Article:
Garry Gekhman, right, shows off the skills that made him a national champ.

Garry Gekhman, 41

Salary: $110,000

Position: Ballroom dance instructor and dance studio owner

What He Does: People take up ballroom dancing for many reasons: socializing, exercising or hobby hunting. Gekhman spends 10 hours a day making sure they want to stick with it.

“If you go to work and you’re either bored or just stressed and then you find this other activity, people get addicted,” Gekhman says. “It’s very contagious.”

Gekhman caught the bug early and competed for many years. After earning national titles, he retired from professional competitions in 2008 and moved to McLean. Va. He now teaches private and group lessons in tango, foxtrot, meringue, salsa and swing at his 2,000-square-foot in-home studio, Falls Church Dance Spot and at Chevy Chase Ballroom & DanceSport Center.

He also coaches competitive dancers, Olympic ice-dancing teams and couples preparing for their wedding dance.

Gekhman says lesson planning, music selection and choreography take up the bulk of his time.

“I create the plan for each student for each visit,” he says. “Preparing is always a big part of my job. Even when you sleep, you sometimes dream about it.”

How He Got the Job: Gekhman started dancing at age 6 in his native Tomsk, Russia. He took a hiatus but returned to the sport at 14. “Since then, I never stopped,” he says.

Gekhman, who has an engineering degree from Tomsk Polytechnic University, studied ballroom techniques in Moscow and then in Israel, where he moved in 1992 and became a seven-time national champion. In 1999, he took a job at a studio in East Brunswick, N.J., with an eye toward owning his own place. “We invited the best coaches from all around the world to teach us business skills for social-dance studios,” he says.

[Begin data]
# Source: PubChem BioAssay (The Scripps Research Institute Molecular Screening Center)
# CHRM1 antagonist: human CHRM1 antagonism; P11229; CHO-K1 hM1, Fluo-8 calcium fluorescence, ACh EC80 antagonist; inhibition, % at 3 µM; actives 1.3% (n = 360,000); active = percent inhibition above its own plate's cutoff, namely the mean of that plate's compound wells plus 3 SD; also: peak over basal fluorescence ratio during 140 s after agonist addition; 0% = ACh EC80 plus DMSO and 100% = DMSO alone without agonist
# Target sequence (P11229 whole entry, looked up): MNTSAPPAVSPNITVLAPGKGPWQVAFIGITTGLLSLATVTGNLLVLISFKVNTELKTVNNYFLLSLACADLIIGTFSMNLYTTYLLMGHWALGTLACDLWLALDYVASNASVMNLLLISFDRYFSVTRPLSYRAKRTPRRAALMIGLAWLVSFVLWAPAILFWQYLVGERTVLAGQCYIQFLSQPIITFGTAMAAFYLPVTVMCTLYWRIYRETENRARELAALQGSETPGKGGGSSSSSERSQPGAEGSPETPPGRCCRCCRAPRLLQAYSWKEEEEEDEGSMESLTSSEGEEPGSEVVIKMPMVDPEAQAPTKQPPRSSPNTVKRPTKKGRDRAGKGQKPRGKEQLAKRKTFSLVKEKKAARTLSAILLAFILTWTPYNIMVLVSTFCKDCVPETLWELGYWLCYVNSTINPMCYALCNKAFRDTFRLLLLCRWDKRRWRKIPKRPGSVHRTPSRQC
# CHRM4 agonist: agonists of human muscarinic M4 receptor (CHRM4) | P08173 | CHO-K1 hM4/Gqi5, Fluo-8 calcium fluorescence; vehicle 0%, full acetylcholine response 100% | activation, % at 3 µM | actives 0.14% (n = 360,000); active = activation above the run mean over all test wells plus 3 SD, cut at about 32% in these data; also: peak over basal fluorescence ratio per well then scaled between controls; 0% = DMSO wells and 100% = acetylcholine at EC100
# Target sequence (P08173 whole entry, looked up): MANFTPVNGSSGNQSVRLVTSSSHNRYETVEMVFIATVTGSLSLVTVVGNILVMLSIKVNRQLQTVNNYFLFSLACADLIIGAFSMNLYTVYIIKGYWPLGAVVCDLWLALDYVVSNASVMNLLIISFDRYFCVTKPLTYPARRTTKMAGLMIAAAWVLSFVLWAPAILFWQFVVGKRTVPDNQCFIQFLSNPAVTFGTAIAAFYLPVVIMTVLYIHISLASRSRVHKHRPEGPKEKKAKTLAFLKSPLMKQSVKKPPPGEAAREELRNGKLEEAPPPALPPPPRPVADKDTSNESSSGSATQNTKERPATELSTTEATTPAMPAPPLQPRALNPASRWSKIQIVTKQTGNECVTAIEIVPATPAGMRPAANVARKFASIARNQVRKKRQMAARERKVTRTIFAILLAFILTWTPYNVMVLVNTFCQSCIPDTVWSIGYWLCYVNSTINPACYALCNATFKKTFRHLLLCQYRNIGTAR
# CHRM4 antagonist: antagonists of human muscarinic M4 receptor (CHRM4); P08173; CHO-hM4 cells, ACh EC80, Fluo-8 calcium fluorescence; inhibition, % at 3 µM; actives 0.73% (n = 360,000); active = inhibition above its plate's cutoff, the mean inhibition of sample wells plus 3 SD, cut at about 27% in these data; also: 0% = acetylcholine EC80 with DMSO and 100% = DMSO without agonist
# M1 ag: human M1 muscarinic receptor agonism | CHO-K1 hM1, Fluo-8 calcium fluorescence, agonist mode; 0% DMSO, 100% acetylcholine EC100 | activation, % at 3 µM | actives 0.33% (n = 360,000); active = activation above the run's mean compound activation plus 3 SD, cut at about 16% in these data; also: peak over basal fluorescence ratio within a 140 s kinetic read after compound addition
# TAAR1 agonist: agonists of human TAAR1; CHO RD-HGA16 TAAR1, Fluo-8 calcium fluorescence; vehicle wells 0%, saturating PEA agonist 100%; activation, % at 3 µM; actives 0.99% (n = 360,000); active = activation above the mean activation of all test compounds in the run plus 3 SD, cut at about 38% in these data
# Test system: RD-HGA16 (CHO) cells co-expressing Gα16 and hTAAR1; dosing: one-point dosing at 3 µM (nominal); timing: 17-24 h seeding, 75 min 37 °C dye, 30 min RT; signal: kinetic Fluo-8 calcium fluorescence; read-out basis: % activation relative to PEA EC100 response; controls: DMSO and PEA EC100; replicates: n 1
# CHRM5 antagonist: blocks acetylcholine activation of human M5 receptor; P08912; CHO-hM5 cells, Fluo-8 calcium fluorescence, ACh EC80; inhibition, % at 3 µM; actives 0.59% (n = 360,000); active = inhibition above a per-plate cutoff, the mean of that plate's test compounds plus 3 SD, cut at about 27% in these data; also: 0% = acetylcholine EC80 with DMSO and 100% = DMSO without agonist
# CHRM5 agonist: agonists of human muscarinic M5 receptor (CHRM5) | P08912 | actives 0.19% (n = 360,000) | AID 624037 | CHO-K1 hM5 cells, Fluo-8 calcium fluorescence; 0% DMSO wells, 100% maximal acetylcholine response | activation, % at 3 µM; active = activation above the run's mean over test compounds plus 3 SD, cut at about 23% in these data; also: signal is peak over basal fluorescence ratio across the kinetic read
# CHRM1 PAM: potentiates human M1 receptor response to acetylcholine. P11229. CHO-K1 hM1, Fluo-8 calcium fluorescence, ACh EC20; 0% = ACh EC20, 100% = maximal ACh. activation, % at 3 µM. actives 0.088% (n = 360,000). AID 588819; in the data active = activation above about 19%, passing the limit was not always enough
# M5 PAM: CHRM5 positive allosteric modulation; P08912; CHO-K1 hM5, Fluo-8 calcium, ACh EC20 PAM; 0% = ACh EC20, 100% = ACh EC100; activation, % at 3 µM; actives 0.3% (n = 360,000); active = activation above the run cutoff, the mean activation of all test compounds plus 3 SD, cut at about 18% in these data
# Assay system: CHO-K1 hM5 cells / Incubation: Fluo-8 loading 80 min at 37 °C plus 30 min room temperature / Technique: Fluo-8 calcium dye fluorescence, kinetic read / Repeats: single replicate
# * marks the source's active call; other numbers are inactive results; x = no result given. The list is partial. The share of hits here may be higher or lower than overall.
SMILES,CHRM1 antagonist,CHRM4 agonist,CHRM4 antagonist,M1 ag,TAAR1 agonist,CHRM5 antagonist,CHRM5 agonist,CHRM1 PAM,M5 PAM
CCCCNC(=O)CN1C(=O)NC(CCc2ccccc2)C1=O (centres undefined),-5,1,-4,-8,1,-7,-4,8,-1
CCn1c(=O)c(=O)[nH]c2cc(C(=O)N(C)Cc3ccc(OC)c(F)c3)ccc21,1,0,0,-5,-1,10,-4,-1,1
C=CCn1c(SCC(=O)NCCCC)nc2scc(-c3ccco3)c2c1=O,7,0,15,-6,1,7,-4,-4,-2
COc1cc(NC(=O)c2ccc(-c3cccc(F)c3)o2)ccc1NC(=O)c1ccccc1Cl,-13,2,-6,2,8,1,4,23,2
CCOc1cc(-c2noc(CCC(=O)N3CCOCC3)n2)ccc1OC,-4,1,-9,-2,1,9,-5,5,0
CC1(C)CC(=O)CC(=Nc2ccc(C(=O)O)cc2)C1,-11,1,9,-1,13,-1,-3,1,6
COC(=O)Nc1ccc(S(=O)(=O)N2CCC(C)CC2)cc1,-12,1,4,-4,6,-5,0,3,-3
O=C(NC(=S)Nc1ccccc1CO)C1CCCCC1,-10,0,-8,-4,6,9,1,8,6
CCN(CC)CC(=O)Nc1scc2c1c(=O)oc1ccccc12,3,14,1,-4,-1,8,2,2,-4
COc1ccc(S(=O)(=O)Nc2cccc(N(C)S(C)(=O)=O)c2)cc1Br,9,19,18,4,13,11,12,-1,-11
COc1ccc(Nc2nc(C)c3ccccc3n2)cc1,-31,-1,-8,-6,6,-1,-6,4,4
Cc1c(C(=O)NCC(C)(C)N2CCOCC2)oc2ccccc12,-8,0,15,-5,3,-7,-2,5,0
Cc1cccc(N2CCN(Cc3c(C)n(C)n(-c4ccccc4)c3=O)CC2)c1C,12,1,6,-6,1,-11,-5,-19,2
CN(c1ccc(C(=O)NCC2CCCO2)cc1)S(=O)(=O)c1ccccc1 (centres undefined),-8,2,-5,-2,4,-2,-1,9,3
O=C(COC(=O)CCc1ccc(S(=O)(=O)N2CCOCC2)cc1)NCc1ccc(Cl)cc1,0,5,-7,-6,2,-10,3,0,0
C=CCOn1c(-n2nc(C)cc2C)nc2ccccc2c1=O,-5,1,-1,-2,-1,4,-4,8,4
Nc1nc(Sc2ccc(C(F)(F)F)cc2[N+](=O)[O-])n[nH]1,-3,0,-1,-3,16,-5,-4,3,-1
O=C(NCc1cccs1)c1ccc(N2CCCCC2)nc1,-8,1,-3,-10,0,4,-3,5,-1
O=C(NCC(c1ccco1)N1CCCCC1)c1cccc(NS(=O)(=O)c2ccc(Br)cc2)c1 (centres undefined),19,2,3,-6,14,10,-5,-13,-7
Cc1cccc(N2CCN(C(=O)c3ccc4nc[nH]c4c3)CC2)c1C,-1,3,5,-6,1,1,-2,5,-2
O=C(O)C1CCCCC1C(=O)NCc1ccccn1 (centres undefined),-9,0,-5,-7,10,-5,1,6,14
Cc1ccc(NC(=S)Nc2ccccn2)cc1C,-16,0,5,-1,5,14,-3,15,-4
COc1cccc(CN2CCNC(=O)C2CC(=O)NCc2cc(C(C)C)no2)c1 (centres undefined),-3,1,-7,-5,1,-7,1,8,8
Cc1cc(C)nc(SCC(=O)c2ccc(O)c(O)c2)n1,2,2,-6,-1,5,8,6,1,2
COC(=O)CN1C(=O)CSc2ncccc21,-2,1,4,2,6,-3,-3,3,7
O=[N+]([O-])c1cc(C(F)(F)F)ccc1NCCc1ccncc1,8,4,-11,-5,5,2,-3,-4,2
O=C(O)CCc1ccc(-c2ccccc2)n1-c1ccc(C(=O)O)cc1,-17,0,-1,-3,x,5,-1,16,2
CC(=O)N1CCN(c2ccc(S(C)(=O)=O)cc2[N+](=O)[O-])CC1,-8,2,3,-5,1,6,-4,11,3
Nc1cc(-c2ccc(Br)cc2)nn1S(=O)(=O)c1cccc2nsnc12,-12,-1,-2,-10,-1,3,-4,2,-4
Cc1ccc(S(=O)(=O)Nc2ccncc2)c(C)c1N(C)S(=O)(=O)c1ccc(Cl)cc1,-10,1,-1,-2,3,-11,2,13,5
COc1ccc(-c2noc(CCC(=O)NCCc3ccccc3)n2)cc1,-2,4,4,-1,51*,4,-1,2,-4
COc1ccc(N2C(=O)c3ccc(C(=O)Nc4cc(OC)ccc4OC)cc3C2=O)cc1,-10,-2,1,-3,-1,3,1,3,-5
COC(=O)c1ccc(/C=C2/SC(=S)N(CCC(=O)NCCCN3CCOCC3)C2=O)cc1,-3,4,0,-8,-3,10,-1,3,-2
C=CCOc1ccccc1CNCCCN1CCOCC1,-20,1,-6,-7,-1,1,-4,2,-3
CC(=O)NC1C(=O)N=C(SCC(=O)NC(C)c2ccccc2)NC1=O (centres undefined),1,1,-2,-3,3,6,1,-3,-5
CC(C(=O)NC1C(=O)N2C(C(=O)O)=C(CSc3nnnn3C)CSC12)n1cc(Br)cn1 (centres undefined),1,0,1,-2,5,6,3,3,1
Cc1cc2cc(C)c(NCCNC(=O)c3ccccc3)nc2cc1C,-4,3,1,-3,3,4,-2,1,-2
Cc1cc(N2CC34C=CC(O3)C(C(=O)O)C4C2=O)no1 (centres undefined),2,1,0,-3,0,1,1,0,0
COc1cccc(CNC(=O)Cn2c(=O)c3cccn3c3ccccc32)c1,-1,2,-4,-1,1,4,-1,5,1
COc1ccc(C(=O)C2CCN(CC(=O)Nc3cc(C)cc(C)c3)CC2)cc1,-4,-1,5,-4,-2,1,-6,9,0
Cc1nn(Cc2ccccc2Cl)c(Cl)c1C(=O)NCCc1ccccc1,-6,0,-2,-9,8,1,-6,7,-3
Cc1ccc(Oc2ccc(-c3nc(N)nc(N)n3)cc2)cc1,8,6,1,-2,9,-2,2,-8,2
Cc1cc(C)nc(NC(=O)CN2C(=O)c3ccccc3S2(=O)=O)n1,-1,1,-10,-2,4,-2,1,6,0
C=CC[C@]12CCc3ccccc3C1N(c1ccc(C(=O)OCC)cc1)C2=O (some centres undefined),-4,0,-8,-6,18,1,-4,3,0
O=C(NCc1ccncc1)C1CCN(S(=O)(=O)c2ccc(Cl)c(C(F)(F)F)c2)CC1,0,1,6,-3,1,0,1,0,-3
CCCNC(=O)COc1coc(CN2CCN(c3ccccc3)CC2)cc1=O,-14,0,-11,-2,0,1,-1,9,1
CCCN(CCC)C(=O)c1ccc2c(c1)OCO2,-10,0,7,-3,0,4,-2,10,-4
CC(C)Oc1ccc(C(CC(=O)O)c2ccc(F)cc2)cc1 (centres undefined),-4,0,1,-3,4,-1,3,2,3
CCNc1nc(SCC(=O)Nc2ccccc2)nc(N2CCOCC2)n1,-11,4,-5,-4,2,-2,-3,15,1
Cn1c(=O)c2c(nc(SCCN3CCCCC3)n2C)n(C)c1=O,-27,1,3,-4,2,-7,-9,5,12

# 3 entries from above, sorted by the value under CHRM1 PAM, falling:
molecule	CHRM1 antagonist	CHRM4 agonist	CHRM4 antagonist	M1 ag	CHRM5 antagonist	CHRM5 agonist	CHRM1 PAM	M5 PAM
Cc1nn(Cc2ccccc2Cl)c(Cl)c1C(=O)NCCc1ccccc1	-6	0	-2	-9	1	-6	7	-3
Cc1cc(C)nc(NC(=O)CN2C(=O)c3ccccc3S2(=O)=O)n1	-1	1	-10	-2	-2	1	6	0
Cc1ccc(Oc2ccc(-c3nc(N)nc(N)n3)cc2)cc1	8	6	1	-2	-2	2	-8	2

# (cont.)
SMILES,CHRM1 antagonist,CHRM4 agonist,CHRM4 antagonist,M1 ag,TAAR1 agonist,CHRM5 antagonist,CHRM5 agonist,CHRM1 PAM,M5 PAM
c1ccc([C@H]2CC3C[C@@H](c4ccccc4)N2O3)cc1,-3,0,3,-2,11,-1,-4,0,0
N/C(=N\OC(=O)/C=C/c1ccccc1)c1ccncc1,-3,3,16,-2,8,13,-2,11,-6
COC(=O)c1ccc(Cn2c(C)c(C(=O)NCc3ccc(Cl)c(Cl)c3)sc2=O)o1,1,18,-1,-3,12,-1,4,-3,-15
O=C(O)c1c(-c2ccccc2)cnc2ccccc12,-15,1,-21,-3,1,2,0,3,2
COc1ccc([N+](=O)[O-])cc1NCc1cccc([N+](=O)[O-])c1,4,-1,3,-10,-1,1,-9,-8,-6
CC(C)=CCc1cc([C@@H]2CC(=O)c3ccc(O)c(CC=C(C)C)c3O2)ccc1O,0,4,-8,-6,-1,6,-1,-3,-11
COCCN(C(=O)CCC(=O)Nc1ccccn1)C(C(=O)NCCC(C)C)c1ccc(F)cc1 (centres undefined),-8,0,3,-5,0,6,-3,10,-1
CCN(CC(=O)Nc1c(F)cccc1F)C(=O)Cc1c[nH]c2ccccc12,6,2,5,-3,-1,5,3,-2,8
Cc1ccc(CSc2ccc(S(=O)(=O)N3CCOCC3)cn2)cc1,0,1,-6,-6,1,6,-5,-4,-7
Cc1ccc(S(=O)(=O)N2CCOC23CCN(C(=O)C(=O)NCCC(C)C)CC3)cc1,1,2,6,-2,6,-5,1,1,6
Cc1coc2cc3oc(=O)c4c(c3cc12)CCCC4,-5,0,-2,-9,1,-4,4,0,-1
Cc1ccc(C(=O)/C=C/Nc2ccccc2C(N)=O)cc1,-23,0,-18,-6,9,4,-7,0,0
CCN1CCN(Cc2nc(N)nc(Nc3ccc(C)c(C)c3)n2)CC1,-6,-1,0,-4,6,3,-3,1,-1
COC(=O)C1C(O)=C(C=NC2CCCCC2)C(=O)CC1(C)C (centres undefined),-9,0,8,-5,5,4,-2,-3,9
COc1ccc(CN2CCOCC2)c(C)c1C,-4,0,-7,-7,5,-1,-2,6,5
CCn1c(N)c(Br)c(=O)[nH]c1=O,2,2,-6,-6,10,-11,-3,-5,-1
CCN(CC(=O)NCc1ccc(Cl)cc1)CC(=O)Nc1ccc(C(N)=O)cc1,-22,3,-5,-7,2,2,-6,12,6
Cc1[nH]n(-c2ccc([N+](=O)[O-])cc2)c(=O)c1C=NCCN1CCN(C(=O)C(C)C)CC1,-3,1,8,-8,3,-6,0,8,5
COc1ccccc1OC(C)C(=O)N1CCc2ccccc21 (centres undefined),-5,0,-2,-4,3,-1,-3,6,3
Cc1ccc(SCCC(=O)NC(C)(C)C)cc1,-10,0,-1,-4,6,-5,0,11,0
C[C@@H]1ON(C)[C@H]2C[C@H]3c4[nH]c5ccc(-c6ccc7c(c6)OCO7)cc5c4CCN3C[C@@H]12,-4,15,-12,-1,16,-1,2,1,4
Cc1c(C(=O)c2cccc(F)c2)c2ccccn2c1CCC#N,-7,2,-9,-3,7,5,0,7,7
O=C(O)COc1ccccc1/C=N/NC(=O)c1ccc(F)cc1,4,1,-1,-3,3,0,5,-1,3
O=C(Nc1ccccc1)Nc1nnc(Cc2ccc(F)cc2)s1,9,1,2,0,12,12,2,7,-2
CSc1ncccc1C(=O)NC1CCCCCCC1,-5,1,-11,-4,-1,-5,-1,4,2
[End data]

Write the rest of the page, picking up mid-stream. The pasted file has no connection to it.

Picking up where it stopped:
In 2010, he opened his home studio and became a co-owner of Chevy Chase Ballroom, managing four instructors.

Who Would Want This Job: If you’re thinking of giving dance studio ownership a whirl, being a dancer helps but isn’t necessary. Focus, however, is.

“As a business owner, you’re thinking about this all the time,” Gekhman says. “You’re lying there at 1 o’clock at night and some kind of business idea comes into your mind.”

Competitive dancing isn’t enough to pay the bills, but teaching it is. “It’s also recession-proof,” says Gekhman, whose rates start at $15 for group classes and $100 for private ones. “The more people are in trouble, the more they dance. It takes your brain away from reality.”

How You Can Get This Job: If it’s dancing or teaching dance that interests you, perfect your performance through practice and mentorships, Gekhman says. Check out dance classes such as Gekhman’s or those at Joy of Motion Dance Center. County recreation programs also offer beginner classes, while universities provide more formal dance training.

If you want to run a studio one day, polish your entrepreneurship skills with mentorships, internships or business-degree programs at local universities.